• They take action by developing climate transition plans and placing whole-life carbon at the center of decarbonization strategies and decisions.
  • By working with the public sector and organizations like WBCSD and its partners in the BuildingToCOP Coalition and Global Alliance for Buildings and Construction (GlobalABC), they place advocacy for policies and regulations targeting sustainable finance at the heart of efforts to level the playing field for the market.

For asset owners and investors, achieving the transition means setting clear portfolio- and asset-specific targets and timelines. They also must embed critical climate and ESG factors into requests for proposals, investment mandates, manager selection and stewardship engagement with portfolio companies and incorporate the related risks (and opportunities) into valuations and, ultimately, into investment decisions.

For asset managers, the lack of consistent, comparable and decision-useful information on climate impact is still a barrier to better implementation. However, growing demand and regulatory pressures motivate every firm to overcome data challenges through proprietary work or third parties. Standardized frameworks and local/regional taxonomies help the asset management industry with enhanced tools for assessment, benchmarking and reporting. WBCSD’s Net-zero buildings – Where do we stand? report lays the basis for a harmonized whole-life carbon assessment and reporting framework.

Finance providers can acquire a better understanding of the emissions from the products they are financing using adequate data, tools and standards, including the cost of carbon and transition risk considerations. The ability to accurately measure and standardize (whole life) carbon emissions could help them link their financial offerings to carbon targets and potentially provide lower costs for low-carbon projects. For that to happen, they need clear and transparent information to reliably assess the business case and build trust with the market.

For insurance providers, it means developing methodologies to assess and quantify different climate change scenarios and integrating both physical and transition risks into decisions to enter or exit an underwriting.

Lastly, investment advisors and data providers can facilitate top-down learning as they share and spread best practices and become significant players in the standardization and harmonization of data and target-setting (including but not limited to the Carbon Risk Real Estate Monitor (CRREM), Science Based Targets initiative (SBTi) and GRESB).

What’s next? Achieving a breakthrough in buildings

To reduce built environment emissions globally from 14 Gt per year to 7 Gt per year seems to be a daunting task. However, with a clear focus on whole-life carbon emissions alongside cost, the finance sector can help accelerate this transition. There is evidence that we can reduce construction emissions by half today and cost-effectively. And evidence is also emerging that retrofitting building portfolios to net-zero emissions can be achieved competitively.

What needs to happen next is for all stakeholders – finance, national and local governments, and businesses along the value chain – to come together and co-develop roadmaps for a net-zero built environment that identify a clear vision, actions and accountability. Building on the aforementioned built environment market transformation levers, they can drive a united response and decisive action, thereby overcoming the fragmentation of efforts seen so far. The emerging Buildings Breakthrough with national governments committed to transforming their built environment will provide a platform to join efforts and collaborate to achieve a future in which the built environment turns from a problem into a solution to tackle climate change.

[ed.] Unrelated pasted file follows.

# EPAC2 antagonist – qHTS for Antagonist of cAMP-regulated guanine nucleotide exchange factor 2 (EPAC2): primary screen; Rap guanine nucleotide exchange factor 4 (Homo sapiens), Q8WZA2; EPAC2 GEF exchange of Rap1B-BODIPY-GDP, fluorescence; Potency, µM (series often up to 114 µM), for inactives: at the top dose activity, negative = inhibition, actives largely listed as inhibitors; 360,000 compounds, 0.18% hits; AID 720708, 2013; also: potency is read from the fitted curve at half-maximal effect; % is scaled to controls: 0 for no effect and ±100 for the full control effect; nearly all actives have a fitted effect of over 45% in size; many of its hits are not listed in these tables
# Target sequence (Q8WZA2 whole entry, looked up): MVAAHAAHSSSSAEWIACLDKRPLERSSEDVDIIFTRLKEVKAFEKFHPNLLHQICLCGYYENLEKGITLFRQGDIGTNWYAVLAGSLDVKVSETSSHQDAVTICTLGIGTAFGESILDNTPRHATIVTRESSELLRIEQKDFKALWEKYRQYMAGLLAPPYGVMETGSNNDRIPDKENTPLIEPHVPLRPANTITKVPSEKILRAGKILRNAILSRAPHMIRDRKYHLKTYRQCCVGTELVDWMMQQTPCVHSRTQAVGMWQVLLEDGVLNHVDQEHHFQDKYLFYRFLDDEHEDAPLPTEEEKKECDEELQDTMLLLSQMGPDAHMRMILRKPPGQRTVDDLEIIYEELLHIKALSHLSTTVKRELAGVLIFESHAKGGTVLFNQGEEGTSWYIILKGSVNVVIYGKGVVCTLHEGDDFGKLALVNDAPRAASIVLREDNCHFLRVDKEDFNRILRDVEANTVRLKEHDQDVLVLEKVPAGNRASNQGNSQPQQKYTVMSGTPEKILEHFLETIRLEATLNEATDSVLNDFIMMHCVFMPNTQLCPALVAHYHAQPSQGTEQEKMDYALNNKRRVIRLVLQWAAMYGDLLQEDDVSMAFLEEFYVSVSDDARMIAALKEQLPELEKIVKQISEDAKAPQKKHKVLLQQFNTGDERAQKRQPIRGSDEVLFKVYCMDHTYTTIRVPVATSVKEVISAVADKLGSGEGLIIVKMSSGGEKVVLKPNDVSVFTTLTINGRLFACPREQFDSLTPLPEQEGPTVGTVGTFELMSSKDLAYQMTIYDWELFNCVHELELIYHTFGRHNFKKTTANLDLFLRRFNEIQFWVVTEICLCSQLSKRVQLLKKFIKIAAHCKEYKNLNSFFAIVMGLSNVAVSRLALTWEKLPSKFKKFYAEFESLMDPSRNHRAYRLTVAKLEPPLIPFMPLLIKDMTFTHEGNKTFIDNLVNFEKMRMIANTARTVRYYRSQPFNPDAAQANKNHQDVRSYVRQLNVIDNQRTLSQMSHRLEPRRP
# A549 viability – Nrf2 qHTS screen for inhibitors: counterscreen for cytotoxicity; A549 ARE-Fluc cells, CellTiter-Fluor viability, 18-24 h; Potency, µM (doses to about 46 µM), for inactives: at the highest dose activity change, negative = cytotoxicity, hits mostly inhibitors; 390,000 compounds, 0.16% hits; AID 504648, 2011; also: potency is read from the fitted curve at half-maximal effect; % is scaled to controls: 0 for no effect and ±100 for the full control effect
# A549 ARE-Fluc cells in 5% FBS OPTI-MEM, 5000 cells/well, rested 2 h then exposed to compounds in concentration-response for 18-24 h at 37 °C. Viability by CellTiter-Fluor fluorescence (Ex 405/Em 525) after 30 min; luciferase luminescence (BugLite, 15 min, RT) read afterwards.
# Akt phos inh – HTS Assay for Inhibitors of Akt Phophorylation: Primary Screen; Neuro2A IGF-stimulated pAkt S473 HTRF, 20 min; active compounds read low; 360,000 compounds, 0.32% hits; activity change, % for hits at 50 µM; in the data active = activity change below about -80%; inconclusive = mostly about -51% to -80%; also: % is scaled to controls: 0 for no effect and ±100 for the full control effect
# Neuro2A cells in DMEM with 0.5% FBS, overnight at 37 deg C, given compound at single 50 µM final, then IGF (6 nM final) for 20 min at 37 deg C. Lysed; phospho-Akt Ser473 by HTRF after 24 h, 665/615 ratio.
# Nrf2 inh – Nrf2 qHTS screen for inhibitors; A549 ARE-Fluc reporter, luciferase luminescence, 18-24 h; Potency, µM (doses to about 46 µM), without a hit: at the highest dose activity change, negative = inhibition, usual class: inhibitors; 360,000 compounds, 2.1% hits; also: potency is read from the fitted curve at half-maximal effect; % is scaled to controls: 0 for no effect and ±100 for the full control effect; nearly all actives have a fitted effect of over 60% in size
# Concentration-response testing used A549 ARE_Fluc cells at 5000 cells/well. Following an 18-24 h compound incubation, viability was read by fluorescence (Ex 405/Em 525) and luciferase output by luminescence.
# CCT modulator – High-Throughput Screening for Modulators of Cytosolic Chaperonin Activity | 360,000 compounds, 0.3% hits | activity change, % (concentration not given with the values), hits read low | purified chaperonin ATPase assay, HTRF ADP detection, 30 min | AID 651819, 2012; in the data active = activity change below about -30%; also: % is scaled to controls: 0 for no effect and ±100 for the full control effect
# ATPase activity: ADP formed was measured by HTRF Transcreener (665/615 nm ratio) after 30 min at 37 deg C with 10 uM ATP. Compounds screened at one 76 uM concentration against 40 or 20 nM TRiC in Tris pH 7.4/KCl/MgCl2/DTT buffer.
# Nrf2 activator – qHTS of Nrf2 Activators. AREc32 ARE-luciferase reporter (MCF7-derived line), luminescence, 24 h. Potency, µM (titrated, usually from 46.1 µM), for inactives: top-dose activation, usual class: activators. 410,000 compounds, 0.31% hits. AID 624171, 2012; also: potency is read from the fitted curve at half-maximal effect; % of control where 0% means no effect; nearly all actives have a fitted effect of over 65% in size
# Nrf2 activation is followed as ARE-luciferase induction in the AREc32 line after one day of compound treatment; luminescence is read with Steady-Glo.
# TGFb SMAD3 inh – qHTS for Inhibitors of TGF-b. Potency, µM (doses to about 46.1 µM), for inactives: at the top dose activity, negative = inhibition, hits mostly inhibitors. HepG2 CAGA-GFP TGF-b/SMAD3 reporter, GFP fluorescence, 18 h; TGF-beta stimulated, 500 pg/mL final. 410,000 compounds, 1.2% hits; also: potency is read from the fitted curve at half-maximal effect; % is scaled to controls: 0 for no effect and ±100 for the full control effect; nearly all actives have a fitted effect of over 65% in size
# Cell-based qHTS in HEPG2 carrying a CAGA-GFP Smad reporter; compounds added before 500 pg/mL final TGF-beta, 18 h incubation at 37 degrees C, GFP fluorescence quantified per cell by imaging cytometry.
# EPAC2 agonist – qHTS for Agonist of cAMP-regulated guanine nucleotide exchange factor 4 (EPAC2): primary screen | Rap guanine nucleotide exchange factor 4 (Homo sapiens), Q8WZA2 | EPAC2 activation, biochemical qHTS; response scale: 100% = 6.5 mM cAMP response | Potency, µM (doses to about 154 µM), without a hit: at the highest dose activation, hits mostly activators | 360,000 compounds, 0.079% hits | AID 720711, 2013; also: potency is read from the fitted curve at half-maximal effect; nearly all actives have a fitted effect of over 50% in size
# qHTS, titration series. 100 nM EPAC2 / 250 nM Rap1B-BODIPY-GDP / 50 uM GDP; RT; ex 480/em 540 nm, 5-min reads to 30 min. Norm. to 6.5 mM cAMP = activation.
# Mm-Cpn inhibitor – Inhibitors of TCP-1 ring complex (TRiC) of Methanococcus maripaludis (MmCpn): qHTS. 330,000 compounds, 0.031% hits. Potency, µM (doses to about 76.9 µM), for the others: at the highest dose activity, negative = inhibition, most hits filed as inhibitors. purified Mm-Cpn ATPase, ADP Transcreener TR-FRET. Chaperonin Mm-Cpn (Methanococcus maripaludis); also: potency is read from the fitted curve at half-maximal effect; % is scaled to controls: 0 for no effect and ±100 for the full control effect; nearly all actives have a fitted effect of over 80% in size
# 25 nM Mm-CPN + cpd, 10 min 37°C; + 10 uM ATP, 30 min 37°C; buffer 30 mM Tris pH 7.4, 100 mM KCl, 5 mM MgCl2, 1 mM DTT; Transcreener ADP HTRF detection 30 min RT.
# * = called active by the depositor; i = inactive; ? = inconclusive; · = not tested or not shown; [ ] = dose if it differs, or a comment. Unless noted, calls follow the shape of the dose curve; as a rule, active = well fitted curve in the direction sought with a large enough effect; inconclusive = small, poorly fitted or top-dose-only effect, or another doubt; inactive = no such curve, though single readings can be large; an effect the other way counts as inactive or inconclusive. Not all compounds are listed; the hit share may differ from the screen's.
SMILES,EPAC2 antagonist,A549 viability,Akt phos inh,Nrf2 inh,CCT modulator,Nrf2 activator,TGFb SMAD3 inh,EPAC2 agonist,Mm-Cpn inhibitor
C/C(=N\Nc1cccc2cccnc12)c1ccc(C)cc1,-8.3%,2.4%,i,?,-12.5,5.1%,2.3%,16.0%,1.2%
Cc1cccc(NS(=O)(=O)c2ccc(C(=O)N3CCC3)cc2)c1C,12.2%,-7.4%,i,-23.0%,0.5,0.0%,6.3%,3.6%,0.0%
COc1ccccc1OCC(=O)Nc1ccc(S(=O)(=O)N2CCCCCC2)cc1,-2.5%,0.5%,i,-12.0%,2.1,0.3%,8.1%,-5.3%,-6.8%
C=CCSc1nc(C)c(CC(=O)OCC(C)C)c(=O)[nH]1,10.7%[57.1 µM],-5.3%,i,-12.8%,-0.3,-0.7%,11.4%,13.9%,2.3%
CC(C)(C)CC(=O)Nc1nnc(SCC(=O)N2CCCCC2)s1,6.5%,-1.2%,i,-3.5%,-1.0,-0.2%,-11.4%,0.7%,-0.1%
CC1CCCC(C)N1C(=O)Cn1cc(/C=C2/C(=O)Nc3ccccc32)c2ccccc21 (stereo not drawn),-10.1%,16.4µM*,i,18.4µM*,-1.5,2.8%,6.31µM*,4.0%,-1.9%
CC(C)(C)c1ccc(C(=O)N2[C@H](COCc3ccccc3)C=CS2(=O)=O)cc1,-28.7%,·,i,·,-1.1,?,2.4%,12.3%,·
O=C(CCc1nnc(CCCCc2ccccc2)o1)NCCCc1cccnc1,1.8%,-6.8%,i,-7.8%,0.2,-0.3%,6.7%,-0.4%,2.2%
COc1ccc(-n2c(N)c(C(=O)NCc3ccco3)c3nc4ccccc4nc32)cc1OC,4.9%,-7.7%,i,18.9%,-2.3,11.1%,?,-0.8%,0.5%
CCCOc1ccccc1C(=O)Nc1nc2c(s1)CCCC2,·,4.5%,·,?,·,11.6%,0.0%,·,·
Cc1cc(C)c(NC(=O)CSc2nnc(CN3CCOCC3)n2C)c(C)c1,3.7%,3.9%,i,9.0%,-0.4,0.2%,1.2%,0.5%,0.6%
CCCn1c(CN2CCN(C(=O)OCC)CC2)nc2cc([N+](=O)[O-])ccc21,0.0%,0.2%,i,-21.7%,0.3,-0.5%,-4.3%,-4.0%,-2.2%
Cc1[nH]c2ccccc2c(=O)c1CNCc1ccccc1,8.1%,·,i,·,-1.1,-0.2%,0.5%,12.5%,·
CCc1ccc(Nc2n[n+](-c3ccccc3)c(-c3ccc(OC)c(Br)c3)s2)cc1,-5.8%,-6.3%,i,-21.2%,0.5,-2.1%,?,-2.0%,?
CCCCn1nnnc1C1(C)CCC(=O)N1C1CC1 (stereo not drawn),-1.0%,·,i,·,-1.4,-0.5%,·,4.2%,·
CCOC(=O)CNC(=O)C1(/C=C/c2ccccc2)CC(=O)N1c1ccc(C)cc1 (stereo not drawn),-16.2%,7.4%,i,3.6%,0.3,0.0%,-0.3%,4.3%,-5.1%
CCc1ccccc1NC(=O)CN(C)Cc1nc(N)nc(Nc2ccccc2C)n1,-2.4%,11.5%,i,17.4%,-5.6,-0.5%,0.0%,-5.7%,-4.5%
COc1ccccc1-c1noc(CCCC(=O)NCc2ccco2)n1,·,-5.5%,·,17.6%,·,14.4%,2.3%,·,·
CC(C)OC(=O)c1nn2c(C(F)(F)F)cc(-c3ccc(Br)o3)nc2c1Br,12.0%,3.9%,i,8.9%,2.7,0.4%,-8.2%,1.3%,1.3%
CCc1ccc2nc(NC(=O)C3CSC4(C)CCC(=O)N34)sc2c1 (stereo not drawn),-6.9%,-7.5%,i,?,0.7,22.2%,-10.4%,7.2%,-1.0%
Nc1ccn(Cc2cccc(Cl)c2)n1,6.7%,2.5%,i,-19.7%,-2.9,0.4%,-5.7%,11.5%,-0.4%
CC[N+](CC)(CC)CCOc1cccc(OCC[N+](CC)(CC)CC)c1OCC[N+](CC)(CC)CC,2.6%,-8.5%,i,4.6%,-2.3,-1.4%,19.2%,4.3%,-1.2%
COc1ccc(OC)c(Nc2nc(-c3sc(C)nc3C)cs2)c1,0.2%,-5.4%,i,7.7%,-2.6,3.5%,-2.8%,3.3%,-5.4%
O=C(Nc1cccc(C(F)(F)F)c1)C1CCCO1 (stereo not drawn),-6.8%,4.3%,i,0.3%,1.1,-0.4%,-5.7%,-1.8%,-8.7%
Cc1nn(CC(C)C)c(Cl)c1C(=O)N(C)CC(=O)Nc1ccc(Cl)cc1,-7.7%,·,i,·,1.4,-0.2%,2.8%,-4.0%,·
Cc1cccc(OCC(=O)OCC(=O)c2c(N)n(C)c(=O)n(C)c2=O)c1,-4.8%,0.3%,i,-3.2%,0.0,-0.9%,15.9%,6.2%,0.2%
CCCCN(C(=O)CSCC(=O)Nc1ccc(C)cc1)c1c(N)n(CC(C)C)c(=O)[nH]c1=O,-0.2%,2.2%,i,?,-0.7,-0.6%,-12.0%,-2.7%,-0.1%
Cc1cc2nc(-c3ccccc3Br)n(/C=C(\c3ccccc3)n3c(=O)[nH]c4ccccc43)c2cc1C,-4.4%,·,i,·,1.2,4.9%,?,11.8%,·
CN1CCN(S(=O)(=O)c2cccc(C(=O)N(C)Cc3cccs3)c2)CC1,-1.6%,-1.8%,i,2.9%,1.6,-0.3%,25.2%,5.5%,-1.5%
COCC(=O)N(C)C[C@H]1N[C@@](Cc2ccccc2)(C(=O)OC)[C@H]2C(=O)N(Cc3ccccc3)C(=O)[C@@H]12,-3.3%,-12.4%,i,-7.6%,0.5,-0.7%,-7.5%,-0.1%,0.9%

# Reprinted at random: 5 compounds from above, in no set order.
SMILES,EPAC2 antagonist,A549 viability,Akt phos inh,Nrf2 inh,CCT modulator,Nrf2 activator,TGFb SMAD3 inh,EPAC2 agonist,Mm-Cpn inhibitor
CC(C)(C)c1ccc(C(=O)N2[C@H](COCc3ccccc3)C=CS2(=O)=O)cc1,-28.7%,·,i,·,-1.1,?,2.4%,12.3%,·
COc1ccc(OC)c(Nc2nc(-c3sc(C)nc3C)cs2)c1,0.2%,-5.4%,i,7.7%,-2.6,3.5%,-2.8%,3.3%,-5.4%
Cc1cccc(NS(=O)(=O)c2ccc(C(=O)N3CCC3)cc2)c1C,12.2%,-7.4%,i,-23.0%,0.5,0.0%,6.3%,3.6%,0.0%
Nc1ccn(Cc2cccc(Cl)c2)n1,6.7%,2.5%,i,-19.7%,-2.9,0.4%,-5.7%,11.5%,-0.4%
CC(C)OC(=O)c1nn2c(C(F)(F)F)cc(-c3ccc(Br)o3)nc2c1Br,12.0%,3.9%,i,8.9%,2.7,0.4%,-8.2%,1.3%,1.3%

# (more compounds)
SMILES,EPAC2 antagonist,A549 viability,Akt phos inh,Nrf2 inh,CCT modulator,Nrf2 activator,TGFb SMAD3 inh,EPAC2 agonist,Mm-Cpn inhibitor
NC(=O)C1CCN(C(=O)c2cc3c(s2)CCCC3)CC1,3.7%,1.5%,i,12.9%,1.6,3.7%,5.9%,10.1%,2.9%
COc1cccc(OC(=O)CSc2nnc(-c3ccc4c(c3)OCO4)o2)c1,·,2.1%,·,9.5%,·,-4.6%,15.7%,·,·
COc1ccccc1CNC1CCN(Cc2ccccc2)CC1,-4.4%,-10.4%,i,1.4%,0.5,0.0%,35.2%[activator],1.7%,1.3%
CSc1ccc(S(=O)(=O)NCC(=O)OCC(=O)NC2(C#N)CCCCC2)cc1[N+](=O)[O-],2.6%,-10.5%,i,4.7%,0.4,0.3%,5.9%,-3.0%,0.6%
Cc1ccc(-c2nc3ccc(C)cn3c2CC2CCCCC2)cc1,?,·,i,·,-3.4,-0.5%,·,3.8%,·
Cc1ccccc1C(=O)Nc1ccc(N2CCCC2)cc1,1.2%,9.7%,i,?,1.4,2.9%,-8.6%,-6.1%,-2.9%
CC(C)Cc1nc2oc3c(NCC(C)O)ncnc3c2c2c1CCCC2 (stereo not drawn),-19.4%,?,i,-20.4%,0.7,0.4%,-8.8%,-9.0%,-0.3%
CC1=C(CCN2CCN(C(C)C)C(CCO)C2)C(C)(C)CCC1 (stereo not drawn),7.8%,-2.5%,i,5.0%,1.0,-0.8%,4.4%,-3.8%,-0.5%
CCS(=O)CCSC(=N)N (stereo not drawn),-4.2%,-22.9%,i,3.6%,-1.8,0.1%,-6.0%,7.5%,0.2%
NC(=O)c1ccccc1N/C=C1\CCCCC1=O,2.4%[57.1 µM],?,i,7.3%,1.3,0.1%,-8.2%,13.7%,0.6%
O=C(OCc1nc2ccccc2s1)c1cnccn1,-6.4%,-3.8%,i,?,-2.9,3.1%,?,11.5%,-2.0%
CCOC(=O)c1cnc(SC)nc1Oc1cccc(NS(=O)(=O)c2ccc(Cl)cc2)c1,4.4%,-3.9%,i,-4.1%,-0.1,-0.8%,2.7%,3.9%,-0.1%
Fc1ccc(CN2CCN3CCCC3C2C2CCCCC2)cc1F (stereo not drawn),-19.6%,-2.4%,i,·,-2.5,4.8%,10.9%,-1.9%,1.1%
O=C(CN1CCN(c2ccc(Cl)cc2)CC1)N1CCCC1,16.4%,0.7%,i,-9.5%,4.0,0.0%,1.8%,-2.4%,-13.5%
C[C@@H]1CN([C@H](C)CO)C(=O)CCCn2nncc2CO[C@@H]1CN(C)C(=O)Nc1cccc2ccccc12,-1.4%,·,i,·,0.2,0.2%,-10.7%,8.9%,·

We cannot wait – because for the built environment, 2030 is today.



$220bln to build extra 1,100 km of metro rail

$220bln to build extra 1,100 km of metro rail

GCC cities should spend $220bln to build extra 1,100 km of metro rail

Global consultancy firm Strategy& says socio-economic benefits worth $700 billion can be realised by building extra metro tracks by 2030.

Image used for illustrative purpose. Getty Images , Getty Images
Image used for illustrative purpose. Getty Images
Getty Images

GCC cities will need an additional 1,100 km of metro systems by 2030, estimated to cost nearly $220 billion, global consultancy firm Strategy& said in a new report.

The cities currently have 400 km and will need the expansion of metro tracks to meet the growing population demand.

As of 2022, Dubai and Doha have 90 km and 76 km of operational metro system tracks, respectively.

Riyadh is planning to launch a 176 km metro system by 2024. Saudi Arabia will need an extra capital investment of $34 billion by 2030 in addition to the $40 billion already spent.

Meanwhile, Abu Dhabi began electric bus trials in 2019 and has outlined plans for a 131 km metro system by 2030.

Although the cost is significant, a properly implemented and funded metro system can generate three to four times in direct and indirect socioeconomic benefits.

“If cities were to build the additional roughly 1,100 km of metro rail required by 2030, they could realise direct and indirect socio-economic benefits worth around $700 billion over a 20-year period,” said Mark Haddad, Partner with Strategy& Middle East.

Ensuring that current and future metro systems achieve such returns requires a framework based on four pillars that rest upon four foundational elements. These will help cities realise the anticipated returns and implement a metro system in a cost-efficient and effective manner.

The four pillars are clear objectives, integrated planning, high-quality service & customer-centric experience and commercial mindset.

These four pillars of the implementation framework rest on four elements: effective governance; policies and incentives to support transit adoption; funding throughout system development, launch and early operations and local capabilities that enable effective long-term management.

Ruggero Moretto, Principal with Strategy& Middle East, stated that properly implemented and managed metro systems could create long-term socioeconomic returns, promote sustainability, and improve the quality of life for residents.

(Editing by Seban Scaria